Wind - Dan's Wild Wild Weather Page

welcome to


Dan at the Mt. Washington observatory at the
Mt. Washington, NH

  If there wasn't any wind, there would be little or no day-to-day change in our weather. Wind is air moving horizontally. It is created by large scale differences in the air's density. This forces the air to move toward regions of lower pressure. If you stand with your back to the wind, an area of low pressure would be off to your left and the high pressure off to your right. The greater the differences in pressure, the stronger the wind.

   In the course of a year, the average wind speed and wind direction in our area is 8 MPH from the southeast. The windiest months in the WHNT viewing area are March and February.

   When NewsChannel 19 reports the wind direction on television, we are reporting the direction the wind is blowing from. A North wind is a wind that is blowing from the north. The old weather expression "Nor' Easter" applies to very intense storms, that blow up the Atlantic coastline and because of their counter-clockwise rotation, cause the wind to blow hard and steady from the northeast.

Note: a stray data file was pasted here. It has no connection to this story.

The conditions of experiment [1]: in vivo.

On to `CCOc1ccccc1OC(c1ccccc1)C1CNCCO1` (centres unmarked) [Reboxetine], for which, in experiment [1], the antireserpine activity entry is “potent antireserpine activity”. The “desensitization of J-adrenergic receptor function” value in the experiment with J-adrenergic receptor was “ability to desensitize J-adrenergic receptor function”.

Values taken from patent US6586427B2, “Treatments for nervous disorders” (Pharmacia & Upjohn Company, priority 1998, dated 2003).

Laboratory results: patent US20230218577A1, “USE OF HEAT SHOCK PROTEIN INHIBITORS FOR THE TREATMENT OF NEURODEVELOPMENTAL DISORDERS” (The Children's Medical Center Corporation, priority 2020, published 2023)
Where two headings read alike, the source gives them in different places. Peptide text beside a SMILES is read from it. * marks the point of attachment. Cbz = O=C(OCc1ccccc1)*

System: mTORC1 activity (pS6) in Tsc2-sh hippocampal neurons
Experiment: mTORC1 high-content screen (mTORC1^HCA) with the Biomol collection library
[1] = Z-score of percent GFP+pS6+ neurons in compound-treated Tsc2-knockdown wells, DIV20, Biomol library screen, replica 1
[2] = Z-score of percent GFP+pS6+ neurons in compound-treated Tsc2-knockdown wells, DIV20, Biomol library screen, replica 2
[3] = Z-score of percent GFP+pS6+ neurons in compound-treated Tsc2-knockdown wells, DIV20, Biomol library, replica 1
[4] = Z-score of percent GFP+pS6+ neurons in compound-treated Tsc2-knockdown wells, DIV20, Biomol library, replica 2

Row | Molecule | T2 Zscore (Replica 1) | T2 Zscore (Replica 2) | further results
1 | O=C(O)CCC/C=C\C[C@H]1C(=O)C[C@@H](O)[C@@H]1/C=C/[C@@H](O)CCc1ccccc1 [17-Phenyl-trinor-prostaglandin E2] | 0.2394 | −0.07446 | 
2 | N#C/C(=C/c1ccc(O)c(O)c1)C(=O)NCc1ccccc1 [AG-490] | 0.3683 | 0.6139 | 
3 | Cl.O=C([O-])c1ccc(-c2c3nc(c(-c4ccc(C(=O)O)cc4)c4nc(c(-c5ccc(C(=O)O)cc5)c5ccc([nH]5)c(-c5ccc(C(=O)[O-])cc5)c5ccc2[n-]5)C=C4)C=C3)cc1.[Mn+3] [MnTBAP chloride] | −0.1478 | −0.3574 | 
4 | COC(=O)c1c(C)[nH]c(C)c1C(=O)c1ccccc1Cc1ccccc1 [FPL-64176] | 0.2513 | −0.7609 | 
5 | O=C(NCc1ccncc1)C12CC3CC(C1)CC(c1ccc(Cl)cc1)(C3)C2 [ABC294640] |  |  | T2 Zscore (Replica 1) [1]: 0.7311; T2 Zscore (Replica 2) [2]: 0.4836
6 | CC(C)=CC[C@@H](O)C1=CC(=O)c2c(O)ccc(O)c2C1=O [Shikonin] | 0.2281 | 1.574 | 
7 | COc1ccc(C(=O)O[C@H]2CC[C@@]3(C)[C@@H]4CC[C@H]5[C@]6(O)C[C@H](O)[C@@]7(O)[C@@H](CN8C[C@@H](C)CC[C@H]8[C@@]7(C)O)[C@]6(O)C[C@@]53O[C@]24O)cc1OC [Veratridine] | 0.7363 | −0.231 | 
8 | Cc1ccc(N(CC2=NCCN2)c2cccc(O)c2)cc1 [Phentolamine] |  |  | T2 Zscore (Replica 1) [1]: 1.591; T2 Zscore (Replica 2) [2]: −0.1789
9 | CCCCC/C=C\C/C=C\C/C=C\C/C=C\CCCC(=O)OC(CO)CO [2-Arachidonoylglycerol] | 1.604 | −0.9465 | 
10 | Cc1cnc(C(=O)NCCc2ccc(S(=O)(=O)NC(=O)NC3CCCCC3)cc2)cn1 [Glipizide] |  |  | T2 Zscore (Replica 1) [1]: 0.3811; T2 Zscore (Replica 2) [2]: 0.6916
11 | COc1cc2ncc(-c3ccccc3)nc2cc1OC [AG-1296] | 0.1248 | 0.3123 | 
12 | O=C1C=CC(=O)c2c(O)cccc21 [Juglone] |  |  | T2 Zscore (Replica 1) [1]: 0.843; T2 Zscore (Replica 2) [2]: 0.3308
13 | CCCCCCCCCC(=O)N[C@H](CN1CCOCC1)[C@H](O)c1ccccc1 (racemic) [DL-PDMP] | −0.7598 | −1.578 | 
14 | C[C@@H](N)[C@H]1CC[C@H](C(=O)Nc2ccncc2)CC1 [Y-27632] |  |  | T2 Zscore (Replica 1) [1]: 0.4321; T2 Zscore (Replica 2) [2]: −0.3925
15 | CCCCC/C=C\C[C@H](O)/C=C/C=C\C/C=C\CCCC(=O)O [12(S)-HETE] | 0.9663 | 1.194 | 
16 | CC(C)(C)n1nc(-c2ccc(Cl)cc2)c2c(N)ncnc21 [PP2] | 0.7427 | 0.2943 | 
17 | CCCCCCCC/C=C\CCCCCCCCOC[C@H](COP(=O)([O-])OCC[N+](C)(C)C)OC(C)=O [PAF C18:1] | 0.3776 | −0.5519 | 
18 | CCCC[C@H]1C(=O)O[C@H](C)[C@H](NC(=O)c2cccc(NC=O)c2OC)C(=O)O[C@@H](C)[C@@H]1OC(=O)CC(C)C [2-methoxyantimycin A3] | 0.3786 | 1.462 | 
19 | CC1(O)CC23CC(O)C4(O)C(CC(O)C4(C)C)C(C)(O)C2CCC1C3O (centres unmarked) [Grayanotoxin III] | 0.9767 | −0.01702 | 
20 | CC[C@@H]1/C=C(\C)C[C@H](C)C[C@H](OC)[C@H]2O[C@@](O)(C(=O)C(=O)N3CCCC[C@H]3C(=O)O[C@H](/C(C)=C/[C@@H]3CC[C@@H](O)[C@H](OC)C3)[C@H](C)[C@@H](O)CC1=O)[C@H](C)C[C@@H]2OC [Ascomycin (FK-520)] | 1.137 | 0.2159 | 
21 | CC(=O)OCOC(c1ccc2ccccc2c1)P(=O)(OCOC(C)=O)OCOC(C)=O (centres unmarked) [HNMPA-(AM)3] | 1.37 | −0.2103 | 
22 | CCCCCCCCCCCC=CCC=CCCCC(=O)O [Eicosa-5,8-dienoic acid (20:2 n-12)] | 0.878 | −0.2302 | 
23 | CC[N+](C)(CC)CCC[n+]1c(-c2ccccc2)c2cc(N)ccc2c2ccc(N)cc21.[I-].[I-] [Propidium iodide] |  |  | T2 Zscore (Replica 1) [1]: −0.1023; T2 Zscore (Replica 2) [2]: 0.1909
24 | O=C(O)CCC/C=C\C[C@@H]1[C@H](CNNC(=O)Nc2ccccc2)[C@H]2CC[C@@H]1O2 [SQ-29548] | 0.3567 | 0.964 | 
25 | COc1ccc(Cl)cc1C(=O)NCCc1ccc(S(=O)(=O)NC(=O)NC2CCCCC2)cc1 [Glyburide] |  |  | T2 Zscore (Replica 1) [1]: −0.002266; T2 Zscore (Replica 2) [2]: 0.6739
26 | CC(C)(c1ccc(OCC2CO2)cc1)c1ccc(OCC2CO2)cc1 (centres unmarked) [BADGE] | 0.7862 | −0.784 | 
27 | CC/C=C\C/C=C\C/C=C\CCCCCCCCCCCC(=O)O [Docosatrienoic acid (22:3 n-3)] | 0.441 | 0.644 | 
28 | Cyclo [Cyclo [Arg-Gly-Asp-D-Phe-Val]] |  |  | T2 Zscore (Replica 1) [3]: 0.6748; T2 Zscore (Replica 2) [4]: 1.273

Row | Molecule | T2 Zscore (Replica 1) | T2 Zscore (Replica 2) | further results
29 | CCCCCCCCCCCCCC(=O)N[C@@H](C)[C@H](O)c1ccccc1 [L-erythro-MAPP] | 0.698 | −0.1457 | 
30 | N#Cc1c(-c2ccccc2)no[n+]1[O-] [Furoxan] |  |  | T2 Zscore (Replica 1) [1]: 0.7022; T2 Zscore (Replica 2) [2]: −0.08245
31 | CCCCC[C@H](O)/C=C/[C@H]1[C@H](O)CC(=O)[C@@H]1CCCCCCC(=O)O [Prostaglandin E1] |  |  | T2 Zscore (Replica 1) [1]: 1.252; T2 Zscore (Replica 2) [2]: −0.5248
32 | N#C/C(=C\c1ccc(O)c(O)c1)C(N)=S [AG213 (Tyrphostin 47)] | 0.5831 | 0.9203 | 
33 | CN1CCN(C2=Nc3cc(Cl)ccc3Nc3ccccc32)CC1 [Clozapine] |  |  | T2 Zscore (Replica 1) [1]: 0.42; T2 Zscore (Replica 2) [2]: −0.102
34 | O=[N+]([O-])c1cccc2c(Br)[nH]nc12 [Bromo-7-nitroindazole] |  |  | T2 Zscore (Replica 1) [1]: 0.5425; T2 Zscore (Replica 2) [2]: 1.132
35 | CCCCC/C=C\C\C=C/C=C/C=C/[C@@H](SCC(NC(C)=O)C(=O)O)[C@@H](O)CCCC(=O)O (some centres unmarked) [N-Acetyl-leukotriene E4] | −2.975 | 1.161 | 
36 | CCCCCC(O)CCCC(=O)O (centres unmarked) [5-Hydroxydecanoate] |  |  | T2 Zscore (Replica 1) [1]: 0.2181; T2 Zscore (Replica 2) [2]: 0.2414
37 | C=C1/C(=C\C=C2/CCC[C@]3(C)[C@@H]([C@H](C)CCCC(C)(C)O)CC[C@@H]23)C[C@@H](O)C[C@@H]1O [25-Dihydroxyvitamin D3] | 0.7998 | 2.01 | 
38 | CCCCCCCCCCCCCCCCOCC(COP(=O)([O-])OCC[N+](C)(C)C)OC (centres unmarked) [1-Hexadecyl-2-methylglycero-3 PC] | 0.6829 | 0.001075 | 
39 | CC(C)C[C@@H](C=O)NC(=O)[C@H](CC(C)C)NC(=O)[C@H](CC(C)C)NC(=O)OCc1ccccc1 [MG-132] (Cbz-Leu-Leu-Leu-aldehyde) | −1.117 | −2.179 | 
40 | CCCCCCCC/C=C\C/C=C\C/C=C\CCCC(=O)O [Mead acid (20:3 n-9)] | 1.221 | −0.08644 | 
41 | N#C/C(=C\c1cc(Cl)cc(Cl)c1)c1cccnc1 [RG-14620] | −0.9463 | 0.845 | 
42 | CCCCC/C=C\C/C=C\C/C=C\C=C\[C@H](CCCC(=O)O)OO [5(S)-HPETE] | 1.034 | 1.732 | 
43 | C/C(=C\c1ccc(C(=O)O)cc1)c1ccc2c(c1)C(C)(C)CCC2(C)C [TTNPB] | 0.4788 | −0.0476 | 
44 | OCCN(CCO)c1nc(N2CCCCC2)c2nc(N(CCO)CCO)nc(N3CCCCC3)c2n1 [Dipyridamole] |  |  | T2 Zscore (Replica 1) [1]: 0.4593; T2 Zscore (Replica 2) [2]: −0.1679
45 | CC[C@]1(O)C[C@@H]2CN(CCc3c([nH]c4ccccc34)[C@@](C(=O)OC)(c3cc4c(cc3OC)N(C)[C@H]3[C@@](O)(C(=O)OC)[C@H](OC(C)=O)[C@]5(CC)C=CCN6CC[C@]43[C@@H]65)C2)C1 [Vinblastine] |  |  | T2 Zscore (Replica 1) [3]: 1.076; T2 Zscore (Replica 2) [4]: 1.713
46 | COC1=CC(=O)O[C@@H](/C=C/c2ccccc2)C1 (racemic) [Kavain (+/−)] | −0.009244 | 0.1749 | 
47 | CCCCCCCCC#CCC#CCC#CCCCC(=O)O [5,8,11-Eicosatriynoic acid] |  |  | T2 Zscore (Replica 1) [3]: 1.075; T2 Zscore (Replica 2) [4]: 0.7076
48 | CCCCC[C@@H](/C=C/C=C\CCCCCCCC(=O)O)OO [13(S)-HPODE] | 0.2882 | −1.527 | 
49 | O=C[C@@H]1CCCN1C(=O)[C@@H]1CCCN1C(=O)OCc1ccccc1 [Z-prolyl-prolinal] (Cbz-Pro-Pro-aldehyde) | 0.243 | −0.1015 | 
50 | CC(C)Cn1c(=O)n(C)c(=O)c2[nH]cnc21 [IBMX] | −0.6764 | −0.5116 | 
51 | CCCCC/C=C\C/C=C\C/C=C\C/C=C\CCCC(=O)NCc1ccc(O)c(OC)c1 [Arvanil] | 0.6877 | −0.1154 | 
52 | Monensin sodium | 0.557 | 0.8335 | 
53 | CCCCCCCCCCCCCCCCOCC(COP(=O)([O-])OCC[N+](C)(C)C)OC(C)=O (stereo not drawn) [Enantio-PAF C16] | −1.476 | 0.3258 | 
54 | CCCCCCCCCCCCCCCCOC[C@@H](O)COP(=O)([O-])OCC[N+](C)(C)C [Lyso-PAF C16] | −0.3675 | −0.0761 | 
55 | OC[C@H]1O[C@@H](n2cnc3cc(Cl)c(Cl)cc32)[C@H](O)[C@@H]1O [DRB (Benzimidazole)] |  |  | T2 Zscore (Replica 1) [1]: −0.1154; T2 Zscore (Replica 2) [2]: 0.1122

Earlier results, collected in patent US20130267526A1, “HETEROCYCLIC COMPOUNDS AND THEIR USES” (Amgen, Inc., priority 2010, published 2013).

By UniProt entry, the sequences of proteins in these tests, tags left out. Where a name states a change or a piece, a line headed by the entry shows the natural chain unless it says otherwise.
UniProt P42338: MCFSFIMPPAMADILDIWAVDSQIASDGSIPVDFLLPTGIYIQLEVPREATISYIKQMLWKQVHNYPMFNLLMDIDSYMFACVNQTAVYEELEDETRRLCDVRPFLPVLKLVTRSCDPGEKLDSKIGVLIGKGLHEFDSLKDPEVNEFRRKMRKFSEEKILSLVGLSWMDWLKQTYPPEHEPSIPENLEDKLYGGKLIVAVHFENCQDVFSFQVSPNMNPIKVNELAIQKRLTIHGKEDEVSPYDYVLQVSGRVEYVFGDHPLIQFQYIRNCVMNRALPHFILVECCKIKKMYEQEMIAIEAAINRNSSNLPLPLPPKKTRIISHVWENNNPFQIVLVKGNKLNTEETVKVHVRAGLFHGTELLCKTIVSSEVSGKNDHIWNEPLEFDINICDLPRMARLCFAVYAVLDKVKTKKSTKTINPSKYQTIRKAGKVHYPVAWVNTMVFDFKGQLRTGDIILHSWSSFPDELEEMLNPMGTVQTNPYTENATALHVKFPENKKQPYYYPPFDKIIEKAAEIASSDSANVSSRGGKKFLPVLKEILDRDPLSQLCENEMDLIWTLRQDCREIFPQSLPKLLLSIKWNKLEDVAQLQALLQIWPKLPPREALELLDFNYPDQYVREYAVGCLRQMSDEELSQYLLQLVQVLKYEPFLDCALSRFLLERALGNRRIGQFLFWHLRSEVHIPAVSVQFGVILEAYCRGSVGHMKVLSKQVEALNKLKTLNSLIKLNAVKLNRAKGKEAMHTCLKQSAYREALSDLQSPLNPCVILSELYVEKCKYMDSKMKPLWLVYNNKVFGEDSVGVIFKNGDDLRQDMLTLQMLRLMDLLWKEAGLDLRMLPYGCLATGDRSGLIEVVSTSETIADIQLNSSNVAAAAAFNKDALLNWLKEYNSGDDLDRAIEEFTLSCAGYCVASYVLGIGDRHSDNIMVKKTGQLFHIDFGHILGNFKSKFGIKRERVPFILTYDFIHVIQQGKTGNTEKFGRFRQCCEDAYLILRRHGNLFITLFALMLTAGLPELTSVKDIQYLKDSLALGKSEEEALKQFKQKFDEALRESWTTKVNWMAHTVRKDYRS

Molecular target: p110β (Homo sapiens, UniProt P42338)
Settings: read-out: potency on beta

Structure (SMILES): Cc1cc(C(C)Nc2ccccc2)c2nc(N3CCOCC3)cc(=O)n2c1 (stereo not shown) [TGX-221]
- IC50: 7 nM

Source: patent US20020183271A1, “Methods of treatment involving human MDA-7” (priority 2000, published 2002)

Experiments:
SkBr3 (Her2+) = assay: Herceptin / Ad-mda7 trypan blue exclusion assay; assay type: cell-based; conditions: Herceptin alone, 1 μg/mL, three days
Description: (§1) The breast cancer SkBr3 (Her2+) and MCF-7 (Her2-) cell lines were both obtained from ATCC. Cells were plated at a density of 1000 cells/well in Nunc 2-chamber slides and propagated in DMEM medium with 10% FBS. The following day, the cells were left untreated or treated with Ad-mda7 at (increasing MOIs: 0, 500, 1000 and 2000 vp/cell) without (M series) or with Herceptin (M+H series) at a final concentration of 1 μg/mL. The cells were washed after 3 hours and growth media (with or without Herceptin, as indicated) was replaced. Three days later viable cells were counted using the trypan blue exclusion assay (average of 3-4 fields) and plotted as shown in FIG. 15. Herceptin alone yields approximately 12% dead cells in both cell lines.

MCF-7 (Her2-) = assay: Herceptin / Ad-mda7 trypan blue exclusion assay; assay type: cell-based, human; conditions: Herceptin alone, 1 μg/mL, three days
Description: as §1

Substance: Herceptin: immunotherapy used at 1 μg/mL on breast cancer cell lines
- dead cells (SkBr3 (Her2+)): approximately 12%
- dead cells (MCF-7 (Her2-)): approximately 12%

Dan's Wild Wild Pressure Page - learn about friction and the Coriolis Force.

The Jet Stream  
 The strongest and most persistent wind is found in the Jet Stream, a river of eastbound air a few hundred miles wide curving like a snake 6 miles above the ground. Meteorologists track weather balloons to determine how fast the wind is blowing in the jet stream. These are winds that steer the huge masses of warm and cold air generally from west to east across the country. During the summer months, a typical wind speed in the Jet Stream would be around 50 MPH. But, in the winter, the speed is more like 150 MPH.

The Anemometer

The instrument used to measure wind speed is called an anemometer. This has three cups which catch the wind and causes the anemometer to rotate. For official wind measurements, anemometers should be located around 30 feet above the ground.

  Many times, a downtown area can be just as windy as on a mountaintop in the Smokey's. This is so because tall buildings on either side of a street can channel the wind, forcing it to blow much faster. The highest wind speeds on recorded have occurred during severe thunderstorms. The world record, highest wind speed is 231 MPH! This was measured at the summit of Mt. Washington in New Hampshire. The windiest month in the Tennessee Valley is March, with the average speed of 10.1 MPH. August has the calmest winds, with an average speed of 6 MPH.

Wind also plays a role in how cold it feels outside. Here is the newly revised WIND CHILL CHART.

The Wind: Our Fierce Friend

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